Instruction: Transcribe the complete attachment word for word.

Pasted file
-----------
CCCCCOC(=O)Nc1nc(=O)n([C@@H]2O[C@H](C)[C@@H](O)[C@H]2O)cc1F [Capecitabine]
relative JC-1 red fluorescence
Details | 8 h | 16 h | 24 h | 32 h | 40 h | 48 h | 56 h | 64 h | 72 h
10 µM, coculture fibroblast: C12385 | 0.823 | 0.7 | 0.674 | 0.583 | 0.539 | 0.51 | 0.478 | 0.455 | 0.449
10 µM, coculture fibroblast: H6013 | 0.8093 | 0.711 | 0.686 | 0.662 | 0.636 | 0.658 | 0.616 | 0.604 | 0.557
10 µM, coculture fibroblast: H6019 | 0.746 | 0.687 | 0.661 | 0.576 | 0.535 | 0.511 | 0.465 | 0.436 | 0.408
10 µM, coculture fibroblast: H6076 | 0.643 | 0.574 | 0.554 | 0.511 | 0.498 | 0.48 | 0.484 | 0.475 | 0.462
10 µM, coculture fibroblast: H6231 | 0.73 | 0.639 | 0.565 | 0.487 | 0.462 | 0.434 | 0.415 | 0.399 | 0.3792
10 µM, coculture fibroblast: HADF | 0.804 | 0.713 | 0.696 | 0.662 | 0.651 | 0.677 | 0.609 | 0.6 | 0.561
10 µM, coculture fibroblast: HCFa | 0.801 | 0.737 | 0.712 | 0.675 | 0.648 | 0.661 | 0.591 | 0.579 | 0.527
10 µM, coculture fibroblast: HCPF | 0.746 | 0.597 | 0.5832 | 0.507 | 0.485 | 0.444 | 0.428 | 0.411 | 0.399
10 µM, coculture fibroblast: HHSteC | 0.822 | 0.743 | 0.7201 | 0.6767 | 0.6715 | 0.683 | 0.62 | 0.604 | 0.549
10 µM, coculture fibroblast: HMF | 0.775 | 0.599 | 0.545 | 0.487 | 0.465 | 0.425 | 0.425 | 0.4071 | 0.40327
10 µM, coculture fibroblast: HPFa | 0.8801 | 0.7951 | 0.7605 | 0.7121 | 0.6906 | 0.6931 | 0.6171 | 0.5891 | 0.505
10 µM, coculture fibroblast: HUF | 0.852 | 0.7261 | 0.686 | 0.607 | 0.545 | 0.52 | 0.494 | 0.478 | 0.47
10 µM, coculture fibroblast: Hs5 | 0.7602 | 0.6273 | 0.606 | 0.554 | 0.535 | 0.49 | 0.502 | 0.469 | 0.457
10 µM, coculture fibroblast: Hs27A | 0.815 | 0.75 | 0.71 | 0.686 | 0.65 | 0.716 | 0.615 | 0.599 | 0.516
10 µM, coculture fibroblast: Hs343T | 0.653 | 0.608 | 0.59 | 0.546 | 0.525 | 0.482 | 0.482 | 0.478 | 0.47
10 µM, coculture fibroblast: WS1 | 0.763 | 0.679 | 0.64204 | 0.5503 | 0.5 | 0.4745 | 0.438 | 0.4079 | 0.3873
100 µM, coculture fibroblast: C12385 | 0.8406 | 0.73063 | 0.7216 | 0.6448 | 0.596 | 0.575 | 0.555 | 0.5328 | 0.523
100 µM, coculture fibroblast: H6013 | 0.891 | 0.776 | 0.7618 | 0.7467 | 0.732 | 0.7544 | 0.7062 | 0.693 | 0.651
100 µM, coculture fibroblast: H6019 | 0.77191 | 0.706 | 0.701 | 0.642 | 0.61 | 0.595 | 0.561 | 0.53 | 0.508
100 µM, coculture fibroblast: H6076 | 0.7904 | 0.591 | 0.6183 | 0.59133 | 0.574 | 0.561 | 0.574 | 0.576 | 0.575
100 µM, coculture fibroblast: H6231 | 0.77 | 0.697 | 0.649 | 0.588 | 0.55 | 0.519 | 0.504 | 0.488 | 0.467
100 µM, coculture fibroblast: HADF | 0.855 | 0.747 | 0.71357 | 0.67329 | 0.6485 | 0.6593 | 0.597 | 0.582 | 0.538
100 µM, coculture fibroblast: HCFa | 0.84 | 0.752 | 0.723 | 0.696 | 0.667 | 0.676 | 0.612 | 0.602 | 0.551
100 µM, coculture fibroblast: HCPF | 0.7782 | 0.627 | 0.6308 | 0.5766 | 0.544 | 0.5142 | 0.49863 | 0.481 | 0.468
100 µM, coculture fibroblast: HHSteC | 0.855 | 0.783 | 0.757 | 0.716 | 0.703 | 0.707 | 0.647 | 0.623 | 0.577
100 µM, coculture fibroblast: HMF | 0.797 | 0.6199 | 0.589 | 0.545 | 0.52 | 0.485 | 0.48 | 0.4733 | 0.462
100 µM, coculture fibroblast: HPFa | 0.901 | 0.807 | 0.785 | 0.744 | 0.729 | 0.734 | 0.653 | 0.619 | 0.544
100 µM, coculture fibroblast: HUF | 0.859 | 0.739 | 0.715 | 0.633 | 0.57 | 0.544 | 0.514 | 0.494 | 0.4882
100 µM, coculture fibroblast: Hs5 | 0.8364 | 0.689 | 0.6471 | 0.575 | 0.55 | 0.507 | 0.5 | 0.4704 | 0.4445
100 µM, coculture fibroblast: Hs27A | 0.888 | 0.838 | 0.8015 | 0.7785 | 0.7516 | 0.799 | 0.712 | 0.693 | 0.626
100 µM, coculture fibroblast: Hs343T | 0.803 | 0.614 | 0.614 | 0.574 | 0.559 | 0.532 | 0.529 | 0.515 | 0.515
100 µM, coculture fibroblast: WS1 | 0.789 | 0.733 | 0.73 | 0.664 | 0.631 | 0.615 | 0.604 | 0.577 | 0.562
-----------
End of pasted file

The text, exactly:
CCCCCOC(=O)Nc1nc(=O)n([C@@H]2O[C@H](C)[C@@H](O)[C@H]2O)cc1F [Capecitabine]
relative JC-1 red fluorescence
Details | 8 h | 16 h | 24 h | 32 h | 40 h | 48 h | 56 h | 64 h | 72 h
10 µM, coculture fibroblast: C12385 | 0.823 | 0.7 | 0.674 | 0.583 | 0.539 | 0.51 | 0.478 | 0.455 | 0.449
10 µM, coculture fibroblast: H6013 | 0.8093 | 0.711 | 0.686 | 0.662 | 0.636 | 0.658 | 0.616 | 0.604 | 0.557
10 µM, coculture fibroblast: H6019 | 0.746 | 0.687 | 0.661 | 0.576 | 0.535 | 0.511 | 0.465 | 0.436 | 0.408
10 µM, coculture fibroblast: H6076 | 0.643 | 0.574 | 0.554 | 0.511 | 0.498 | 0.48 | 0.484 | 0.475 | 0.462
10 µM, coculture fibroblast: H6231 | 0.73 | 0.639 | 0.565 | 0.487 | 0.462 | 0.434 | 0.415 | 0.399 | 0.3792
10 µM, coculture fibroblast: HADF | 0.804 | 0.713 | 0.696 | 0.662 | 0.651 | 0.677 | 0.609 | 0.6 | 0.561
10 µM, coculture fibroblast: HCFa | 0.801 | 0.737 | 0.712 | 0.675 | 0.648 | 0.661 | 0.591 | 0.579 | 0.527
10 µM, coculture fibroblast: HCPF | 0.746 | 0.597 | 0.5832 | 0.507 | 0.485 | 0.444 | 0.428 | 0.411 | 0.399
10 µM, coculture fibroblast: HHSteC | 0.822 | 0.743 | 0.7201 | 0.6767 | 0.6715 | 0.683 | 0.62 | 0.604 | 0.549
10 µM, coculture fibroblast: HMF | 0.775 | 0.599 | 0.545 | 0.487 | 0.465 | 0.425 | 0.425 | 0.4071 | 0.40327
10 µM, coculture fibroblast: HPFa | 0.8801 | 0.7951 | 0.7605 | 0.7121 | 0.6906 | 0.6931 | 0.6171 | 0.5891 | 0.505
10 µM, coculture fibroblast: HUF | 0.852 | 0.7261 | 0.686 | 0.607 | 0.545 | 0.52 | 0.494 | 0.478 | 0.47
10 µM, coculture fibroblast: Hs5 | 0.7602 | 0.6273 | 0.606 | 0.554 | 0.535 | 0.49 | 0.502 | 0.469 | 0.457
10 µM, coculture fibroblast: Hs27A | 0.815 | 0.75 | 0.71 | 0.686 | 0.65 | 0.716 | 0.615 | 0.599 | 0.516
10 µM, coculture fibroblast: Hs343T | 0.653 | 0.608 | 0.59 | 0.546 | 0.525 | 0.482 | 0.482 | 0.478 | 0.47
10 µM, coculture fibroblast: WS1 | 0.763 | 0.679 | 0.64204 | 0.5503 | 0.5 | 0.4745 | 0.438 | 0.4079 | 0.3873
100 µM, coculture fibroblast: C12385 | 0.8406 | 0.73063 | 0.7216 | 0.6448 | 0.596 | 0.575 | 0.555 | 0.5328 | 0.523
100 µM, coculture fibroblast: H6013 | 0.891 | 0.776 | 0.7618 | 0.7467 | 0.732 | 0.7544 | 0.7062 | 0.693 | 0.651
100 µM, coculture fibroblast: H6019 | 0.77191 | 0.706 | 0.701 | 0.642 | 0.61 | 0.595 | 0.561 | 0.53 | 0.508
100 µM, coculture fibroblast: H6076 | 0.7904 | 0.591 | 0.6183 | 0.59133 | 0.574 | 0.561 | 0.574 | 0.576 | 0.575
100 µM, coculture fibroblast: H6231 | 0.77 | 0.697 | 0.649 | 0.588 | 0.55 | 0.519 | 0.504 | 0.488 | 0.467
100 µM, coculture fibroblast: HADF | 0.855 | 0.747 | 0.71357 | 0.67329 | 0.6485 | 0.6593 | 0.597 | 0.582 | 0.538
100 µM, coculture fibroblast: HCFa | 0.84 | 0.752 | 0.723 | 0.696 | 0.667 | 0.676 | 0.612 | 0.602 | 0.551
100 µM, coculture fibroblast: HCPF | 0.7782 | 0.627 | 0.6308 | 0.5766 | 0.544 | 0.5142 | 0.49863 | 0.481 | 0.468
100 µM, coculture fibroblast: HHSteC | 0.855 | 0.783 | 0.757 | 0.716 | 0.703 | 0.707 | 0.647 | 0.623 | 0.577
100 µM, coculture fibroblast: HMF | 0.797 | 0.6199 | 0.589 | 0.545 | 0.52 | 0.485 | 0.48 | 0.4733 | 0.462
100 µM, coculture fibroblast: HPFa | 0.901 | 0.807 | 0.785 | 0.744 | 0.729 | 0.734 | 0.653 | 0.619 | 0.544
100 µM, coculture fibroblast: HUF | 0.859 | 0.739 | 0.715 | 0.633 | 0.57 | 0.544 | 0.514 | 0.494 | 0.4882
100 µM, coculture fibroblast: Hs5 | 0.8364 | 0.689 | 0.6471 | 0.575 | 0.55 | 0.507 | 0.5 | 0.4704 | 0.4445
100 µM, coculture fibroblast: Hs27A | 0.888 | 0.838 | 0.8015 | 0.7785 | 0.7516 | 0.799 | 0.712 | 0.693 | 0.626
100 µM, coculture fibroblast: Hs343T | 0.803 | 0.614 | 0.614 | 0.574 | 0.559 | 0.532 | 0.529 | 0.515 | 0.515
100 µM, coculture fibroblast: WS1 | 0.789 | 0.733 | 0.73 | 0.664 | 0.631 | 0.615 | 0.604 | 0.577 | 0.562